SmokingMeatForums.com › Forums › Smoking Meat (and other things) › Pork › let the games begin .... i have a subjective question
New Posts  All Forums:Forum Nav:

let the games begin .... i have a subjective question - Page 2

post #21 of 37
Quote:
Originally Posted by Chef JimmyJ View Post
 
 
I don't know enough about sous vide safety to comment beyond if a risk exists at low temp smoking of ground, injected and BRT meat. The risk is likely there with sous vide. I know sausage is safe to sous vide because of its size. But I would not try to sous vide a meatloaf. Additionally , USDA and SMF Guidelines are based on " risk" factors not absolutes. What may only give me or you some gas may put grandma in the hospital...JJ

 

I'm curious as to what you would not do a meatloaf sous vide. I've done many over the past few years with excellent results and no safety issues whatsoever. As you're supposedly the forums food safety expert Is your statement, which sounds like an absolute, based on factual scientific evidence, or is it just personal opinion?

post #22 of 37

Baldwin has some very good info about sous-vide.....

 

 

http://www.douglasbaldwin.com/sous-vide.html

 

About the meat loaf....   I don't know BUT.....   I'm guessing, since ground meats has distributed all the pathogens to the inside of the meat, during the heating process they will be multiplying...   maybe more than can be considered safe...   

 

Whole muscle meats are considered "sterile" on the inside...   anywho....  see if you can find a reputable recipe for sous-vide ground meats...

post #23 of 37

Safety issues of sous vide ground meats are addressed in the following. http://www.seriouseats.com/2015/08/the-food-lab-complete-guide-to-sous-vide-burger.html

 

T

post #24 of 37

IMO, the Food Lab falls short of the guidelines set out by the FSIS...  The chart below is only for a 5 log reduction, which may be borderline for some ground meats...  and some folks with compromised immune systems...

 

I DO like their method...   I may try it but I definitely would sous-vide for a much longer time period..

 

 

FSIS Guidance on Safe Cooking of Non-Intact Meat Chops, Roasts, and Steaks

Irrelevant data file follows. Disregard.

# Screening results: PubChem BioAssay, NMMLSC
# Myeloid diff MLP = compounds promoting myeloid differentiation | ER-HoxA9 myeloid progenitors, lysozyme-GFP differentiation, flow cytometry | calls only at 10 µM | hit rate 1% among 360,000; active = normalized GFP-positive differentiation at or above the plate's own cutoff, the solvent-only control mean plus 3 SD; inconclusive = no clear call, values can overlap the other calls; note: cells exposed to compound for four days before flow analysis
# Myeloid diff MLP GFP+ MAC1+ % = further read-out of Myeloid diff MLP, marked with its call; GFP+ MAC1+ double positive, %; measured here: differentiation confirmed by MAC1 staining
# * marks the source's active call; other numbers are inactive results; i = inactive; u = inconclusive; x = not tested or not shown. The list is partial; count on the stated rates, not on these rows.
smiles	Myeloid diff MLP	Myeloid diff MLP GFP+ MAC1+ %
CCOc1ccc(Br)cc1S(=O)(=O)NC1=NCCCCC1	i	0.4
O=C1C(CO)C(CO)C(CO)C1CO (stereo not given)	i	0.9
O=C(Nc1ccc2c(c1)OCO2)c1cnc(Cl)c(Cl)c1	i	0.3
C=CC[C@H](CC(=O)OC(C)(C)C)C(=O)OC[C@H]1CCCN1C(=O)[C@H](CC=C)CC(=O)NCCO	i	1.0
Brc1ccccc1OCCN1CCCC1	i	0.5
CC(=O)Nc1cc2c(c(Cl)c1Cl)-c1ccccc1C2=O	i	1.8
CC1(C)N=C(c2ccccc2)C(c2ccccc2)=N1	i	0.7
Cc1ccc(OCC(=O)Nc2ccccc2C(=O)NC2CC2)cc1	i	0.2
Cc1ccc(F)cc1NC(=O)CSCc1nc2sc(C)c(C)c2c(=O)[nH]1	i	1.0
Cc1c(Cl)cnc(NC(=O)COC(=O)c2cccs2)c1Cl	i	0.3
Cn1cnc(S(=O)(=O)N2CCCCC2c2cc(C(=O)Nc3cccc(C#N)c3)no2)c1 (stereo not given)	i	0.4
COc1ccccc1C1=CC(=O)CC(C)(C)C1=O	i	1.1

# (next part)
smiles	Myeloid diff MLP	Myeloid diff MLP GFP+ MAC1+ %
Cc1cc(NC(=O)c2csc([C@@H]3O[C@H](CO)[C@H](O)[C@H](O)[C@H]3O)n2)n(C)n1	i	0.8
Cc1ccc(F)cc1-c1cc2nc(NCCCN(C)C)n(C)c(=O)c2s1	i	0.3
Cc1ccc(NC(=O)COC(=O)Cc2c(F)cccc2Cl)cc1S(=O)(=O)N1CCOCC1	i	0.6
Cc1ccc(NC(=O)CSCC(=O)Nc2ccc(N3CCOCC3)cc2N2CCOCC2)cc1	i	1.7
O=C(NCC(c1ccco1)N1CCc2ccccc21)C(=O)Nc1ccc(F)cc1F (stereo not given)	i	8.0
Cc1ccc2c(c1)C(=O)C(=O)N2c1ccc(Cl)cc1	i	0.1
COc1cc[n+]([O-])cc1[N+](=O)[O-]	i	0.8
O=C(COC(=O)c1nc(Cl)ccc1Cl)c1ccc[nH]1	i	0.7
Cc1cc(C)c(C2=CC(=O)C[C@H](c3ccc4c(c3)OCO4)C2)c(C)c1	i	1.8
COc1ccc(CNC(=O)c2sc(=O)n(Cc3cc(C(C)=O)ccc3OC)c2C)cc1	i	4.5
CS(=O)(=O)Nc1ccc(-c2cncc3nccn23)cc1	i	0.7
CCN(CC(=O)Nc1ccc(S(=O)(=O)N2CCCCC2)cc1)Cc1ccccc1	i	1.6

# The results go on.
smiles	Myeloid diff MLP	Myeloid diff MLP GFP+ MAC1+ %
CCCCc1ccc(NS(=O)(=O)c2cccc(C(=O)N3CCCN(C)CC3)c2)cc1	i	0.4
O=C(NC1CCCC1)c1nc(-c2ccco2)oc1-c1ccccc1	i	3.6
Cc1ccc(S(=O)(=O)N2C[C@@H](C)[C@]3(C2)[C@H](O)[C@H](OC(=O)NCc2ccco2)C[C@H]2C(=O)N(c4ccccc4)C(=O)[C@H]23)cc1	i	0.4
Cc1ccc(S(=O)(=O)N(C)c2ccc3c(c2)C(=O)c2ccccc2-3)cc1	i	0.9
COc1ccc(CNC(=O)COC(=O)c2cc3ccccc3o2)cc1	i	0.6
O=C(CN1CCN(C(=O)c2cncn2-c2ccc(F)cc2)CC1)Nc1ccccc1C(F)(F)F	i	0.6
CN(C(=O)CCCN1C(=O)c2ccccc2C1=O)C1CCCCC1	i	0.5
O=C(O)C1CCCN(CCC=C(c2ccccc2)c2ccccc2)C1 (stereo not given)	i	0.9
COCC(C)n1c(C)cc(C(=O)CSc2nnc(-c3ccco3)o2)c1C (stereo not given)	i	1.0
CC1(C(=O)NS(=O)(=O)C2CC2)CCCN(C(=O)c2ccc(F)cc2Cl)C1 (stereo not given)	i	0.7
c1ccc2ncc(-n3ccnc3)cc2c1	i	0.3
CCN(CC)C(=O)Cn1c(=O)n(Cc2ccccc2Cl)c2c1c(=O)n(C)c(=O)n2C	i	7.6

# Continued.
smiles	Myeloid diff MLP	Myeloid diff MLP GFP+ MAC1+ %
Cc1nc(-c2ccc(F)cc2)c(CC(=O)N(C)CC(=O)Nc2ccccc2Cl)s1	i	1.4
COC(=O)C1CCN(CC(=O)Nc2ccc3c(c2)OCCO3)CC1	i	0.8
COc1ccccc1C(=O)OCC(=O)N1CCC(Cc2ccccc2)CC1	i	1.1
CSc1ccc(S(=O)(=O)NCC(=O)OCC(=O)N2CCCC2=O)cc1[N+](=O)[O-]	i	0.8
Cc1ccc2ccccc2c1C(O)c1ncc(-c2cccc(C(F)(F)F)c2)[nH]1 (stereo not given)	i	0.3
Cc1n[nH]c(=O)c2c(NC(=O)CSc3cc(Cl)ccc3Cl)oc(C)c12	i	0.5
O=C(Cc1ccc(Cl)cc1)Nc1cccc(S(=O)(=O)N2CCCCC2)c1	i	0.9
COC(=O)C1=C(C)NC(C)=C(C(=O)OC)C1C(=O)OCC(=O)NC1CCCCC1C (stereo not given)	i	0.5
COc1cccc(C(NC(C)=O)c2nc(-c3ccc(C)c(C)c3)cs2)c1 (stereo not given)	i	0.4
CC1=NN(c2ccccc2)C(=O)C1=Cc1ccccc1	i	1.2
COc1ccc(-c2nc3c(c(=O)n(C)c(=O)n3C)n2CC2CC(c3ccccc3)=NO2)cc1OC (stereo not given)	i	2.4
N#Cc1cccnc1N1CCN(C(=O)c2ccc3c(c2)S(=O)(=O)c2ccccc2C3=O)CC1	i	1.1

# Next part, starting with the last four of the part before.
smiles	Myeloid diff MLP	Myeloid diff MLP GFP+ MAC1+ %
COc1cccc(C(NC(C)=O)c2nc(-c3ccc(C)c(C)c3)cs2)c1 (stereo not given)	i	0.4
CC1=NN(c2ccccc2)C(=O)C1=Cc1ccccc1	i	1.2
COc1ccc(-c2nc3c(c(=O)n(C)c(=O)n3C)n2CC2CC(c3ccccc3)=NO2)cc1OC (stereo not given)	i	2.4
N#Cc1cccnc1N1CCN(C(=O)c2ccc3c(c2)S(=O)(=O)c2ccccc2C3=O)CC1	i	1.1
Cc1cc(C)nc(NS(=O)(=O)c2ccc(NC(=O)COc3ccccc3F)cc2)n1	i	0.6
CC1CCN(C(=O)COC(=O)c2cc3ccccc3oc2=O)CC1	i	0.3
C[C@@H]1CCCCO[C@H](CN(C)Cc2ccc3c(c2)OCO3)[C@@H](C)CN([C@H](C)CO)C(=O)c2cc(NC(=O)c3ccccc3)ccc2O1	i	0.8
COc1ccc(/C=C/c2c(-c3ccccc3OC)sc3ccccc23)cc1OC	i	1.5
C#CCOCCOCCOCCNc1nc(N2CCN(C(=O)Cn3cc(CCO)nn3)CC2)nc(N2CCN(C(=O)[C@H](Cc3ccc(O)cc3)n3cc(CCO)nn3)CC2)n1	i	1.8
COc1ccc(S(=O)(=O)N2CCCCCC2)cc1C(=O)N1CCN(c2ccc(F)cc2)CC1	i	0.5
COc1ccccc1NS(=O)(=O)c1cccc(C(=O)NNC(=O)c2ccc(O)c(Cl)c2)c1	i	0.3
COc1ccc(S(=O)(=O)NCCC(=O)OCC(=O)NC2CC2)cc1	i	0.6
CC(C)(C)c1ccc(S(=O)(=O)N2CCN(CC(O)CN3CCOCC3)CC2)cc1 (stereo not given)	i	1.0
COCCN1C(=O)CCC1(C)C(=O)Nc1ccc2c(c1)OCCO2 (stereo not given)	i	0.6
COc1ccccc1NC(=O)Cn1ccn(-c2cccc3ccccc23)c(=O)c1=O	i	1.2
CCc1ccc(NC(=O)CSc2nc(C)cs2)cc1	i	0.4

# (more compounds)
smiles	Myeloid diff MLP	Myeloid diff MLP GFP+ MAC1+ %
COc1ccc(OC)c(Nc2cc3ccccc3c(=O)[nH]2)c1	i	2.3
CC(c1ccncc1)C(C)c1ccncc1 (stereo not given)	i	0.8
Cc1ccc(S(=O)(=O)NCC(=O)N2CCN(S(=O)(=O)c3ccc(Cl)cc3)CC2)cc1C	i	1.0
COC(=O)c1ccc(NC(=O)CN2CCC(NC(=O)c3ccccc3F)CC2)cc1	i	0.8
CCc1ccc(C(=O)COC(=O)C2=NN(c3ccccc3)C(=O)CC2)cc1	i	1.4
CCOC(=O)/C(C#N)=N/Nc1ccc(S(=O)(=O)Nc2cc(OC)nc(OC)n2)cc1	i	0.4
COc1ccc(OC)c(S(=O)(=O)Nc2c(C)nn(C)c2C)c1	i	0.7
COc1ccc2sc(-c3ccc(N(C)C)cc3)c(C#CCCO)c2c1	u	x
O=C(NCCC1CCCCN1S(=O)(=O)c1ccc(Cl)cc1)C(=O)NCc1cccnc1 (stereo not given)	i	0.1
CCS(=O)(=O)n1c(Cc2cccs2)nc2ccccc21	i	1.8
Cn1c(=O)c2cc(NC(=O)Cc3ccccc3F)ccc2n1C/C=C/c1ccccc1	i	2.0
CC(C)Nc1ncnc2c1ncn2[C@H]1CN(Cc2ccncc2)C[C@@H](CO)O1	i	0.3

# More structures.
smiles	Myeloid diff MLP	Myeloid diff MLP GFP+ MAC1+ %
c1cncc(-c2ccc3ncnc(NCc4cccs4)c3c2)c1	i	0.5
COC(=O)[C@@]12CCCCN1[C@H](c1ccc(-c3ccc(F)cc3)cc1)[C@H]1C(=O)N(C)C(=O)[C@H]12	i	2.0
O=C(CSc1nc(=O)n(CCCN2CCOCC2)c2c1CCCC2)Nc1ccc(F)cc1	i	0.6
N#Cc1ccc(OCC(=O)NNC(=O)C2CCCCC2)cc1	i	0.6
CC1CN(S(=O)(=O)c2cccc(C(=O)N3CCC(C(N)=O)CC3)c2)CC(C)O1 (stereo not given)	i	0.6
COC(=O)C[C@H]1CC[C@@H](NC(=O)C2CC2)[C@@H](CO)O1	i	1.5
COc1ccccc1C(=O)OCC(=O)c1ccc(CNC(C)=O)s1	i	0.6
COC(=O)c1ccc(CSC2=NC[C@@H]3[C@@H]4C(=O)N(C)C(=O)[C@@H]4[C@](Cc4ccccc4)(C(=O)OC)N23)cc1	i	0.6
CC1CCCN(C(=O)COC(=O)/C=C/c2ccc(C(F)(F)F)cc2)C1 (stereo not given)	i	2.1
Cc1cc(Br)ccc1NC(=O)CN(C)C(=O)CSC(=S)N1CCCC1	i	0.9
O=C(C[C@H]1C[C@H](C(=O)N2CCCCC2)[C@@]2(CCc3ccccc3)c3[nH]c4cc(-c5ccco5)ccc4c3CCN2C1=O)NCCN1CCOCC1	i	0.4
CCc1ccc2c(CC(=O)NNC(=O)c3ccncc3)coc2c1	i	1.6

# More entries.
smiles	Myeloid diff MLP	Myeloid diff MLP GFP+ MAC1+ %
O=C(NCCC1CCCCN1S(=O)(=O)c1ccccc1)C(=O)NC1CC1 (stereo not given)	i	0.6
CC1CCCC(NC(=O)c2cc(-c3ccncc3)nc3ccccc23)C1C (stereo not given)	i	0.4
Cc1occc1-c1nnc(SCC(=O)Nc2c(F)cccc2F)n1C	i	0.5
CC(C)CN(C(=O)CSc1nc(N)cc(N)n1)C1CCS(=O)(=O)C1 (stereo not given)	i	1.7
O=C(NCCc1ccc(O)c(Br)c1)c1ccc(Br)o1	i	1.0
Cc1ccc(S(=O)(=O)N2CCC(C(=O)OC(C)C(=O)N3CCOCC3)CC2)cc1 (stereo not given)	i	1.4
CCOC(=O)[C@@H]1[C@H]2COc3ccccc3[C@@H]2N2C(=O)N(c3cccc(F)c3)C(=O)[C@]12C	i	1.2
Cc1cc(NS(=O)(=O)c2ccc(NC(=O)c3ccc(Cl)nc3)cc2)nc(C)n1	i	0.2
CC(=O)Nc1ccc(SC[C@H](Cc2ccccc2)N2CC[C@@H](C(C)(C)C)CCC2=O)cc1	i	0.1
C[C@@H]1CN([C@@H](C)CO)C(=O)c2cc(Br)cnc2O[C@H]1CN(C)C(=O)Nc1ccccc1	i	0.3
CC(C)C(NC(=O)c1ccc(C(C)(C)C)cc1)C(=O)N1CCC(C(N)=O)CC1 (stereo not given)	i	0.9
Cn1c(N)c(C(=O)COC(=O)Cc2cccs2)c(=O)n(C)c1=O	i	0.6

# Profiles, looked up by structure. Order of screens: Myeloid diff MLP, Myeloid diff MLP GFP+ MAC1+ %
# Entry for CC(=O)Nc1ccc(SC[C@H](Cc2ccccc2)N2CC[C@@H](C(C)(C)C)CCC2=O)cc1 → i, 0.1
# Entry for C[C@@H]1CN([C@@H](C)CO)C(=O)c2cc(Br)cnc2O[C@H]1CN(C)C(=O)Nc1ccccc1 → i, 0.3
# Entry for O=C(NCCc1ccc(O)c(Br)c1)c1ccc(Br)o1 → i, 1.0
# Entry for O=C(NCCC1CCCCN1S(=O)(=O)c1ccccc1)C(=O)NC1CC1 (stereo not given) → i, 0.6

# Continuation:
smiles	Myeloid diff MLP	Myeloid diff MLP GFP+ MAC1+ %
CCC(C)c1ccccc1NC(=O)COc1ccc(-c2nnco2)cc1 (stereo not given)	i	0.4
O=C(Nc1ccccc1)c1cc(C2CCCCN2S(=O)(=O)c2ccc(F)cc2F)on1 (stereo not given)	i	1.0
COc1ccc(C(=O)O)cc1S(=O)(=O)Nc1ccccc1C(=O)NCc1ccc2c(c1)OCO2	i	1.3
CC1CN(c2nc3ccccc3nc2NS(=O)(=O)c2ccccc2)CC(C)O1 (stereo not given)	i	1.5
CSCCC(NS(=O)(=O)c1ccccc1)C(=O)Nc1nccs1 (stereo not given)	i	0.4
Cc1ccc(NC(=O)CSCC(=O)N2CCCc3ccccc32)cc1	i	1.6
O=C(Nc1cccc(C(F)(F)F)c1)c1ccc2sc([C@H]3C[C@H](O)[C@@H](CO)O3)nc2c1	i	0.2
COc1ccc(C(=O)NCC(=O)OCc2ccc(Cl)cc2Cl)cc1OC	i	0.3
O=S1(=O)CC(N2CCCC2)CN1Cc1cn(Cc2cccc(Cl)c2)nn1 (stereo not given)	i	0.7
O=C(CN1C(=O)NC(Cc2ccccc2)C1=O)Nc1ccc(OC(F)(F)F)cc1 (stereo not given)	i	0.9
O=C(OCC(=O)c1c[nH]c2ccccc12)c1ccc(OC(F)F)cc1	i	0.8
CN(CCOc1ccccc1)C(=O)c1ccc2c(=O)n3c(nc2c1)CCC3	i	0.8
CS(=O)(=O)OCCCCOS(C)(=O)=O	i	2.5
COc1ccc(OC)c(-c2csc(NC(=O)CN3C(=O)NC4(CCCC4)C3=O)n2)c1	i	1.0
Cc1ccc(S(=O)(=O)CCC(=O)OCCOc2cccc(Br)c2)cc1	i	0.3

April 2009 Temp °F

Temp °C

Time for 5.0 log Reduction

Unit Time

130

54.4

86

min.

131

55.0

69

min.

132

55.6

55

min.

133

56.1

44

min.

134

56.7

35

min.

135

57.2

28

min.

136

57.8

22

min.

137

58.4

18

min.

138

58.9

14

min.

139

59.5

11

min.

140

60.0

9

min.

141

60.6

7

min.

142

61.1

6

min.

143

61.7

5

min.

144

62.2

4

min.

145

62.8

3

min.

146

63.3

130

sec.

147

63.9

103

sec.

148

64.4

82

sec.

149

65.0

65

sec.

150

65.6

52

sec.

151

66.1

41

sec.

152

66.7

33

sec.

153

67.2

26

sec.

154

67.8

21

sec.

155

68.3

17

sec.

156

68.9

14

sec.

157

69.4

11

sec.

158

70.0

0

sec.

159

70.6

0

sec.

160

71.1

0

sec.

post #25 of 37
Quote:
Originally Posted by DaveOmak View Post
 

   I may try it but I definitely would sous-vide for a much longer time period..

 

As the chart shows, there is a cooking range in which one can apply common sense.

 

Sous-Vide Hamburger Temperature and Timing Chart

[TOP]
Doneness Temperature Timing Range
Very Rare to Rare 115°F (46°C) to 123°F (51°C) 40 minutes to 2 1/2 hours
Medium-Rare 124°F (51°C) to 129°F (54°C) 40 minutes to 2 1/2 hours
Medium 130°F (54°C) to 137°F (58°C) 40 minutes to 4 hours (2 1/2 hours max if under 130°F/54°C)
Medium-Well 138°F (59°C) to 144°F (62°C) 40 minutes to 4 hours
Well Done 145°F (63°C) to 155°F (68°C) 40 minutes to 3 1/2 hours
 

 

The FSIS chart obviously is for time to pasteurize the meat. As you and I both know, we don’t always pasteurize our meat before we eat it.

 

 Food Lab recommends cooking even longer than the FSIS to pasteurize.

 

 With sous-vide methods, you have a bit more leeway as beef can be safely pasteurized at temperatures as low as 130°F if held for long enough. At 130°F, it takes 2 hours to safely pasteurize beef, while at 140°F, it takes only 12 minutes. Remember—these timeframes begin once the center of the burger reaches pasteurization temperature, so it's a good idea to add an extra half hour to those times for any burger you plan on pasteurizing.

 

Pasteurization cannot safely take place lower than 130°F, so for this reason, I strongly recommend freshly grinding beef for sous-vide burgers you plan on serving rare to medium-rare.


Edited by Mr T 59874 - 4/20/17 at 9:46am
post #26 of 37

The chart you are referring to, in a FSIS chart that is a 7 D reduction for E. coli....   The chart I displayed is for a 5 D reduction....  

 

So, as is obvious, the times / temps are different... 

 

 

edit....   D represents decimal...   5D = .00001 reduction which means, if there are 1,000,000 (1 million) bacteria, a 5D reduction would be 10 bacteria after treatment...  or something like that..

The FSIS, as near as I can tell, promote a 7D reduction so folks with compromised immune systems and children, will be safe if they eat the product...

post #27 of 37
Quote:
Originally Posted by DaveOmak View Post
 

The chart you are referring to, in a FSIS chart that is a 7 D reduction for E. coli....   The chart I displayed is for a 5 D reduction....  

 

Dave, that chart was pasted by mistake, my bad. LOL I edited the post to include the chart from Food Lab.

 

Like said above which would include those with compromised immune systems, common sense should be applied.

 

T

post #28 of 37
Quote:
Originally Posted by dls1 View Post

I'm curious as to what you would not do a meatloaf sous vide. I've done many over the past few years with excellent results and no safety issues whatsoever. As you're supposedly the forums food safety expert Is your statement, which sounds like an absolute, based on factual scientific evidence, or is it just personal opinion?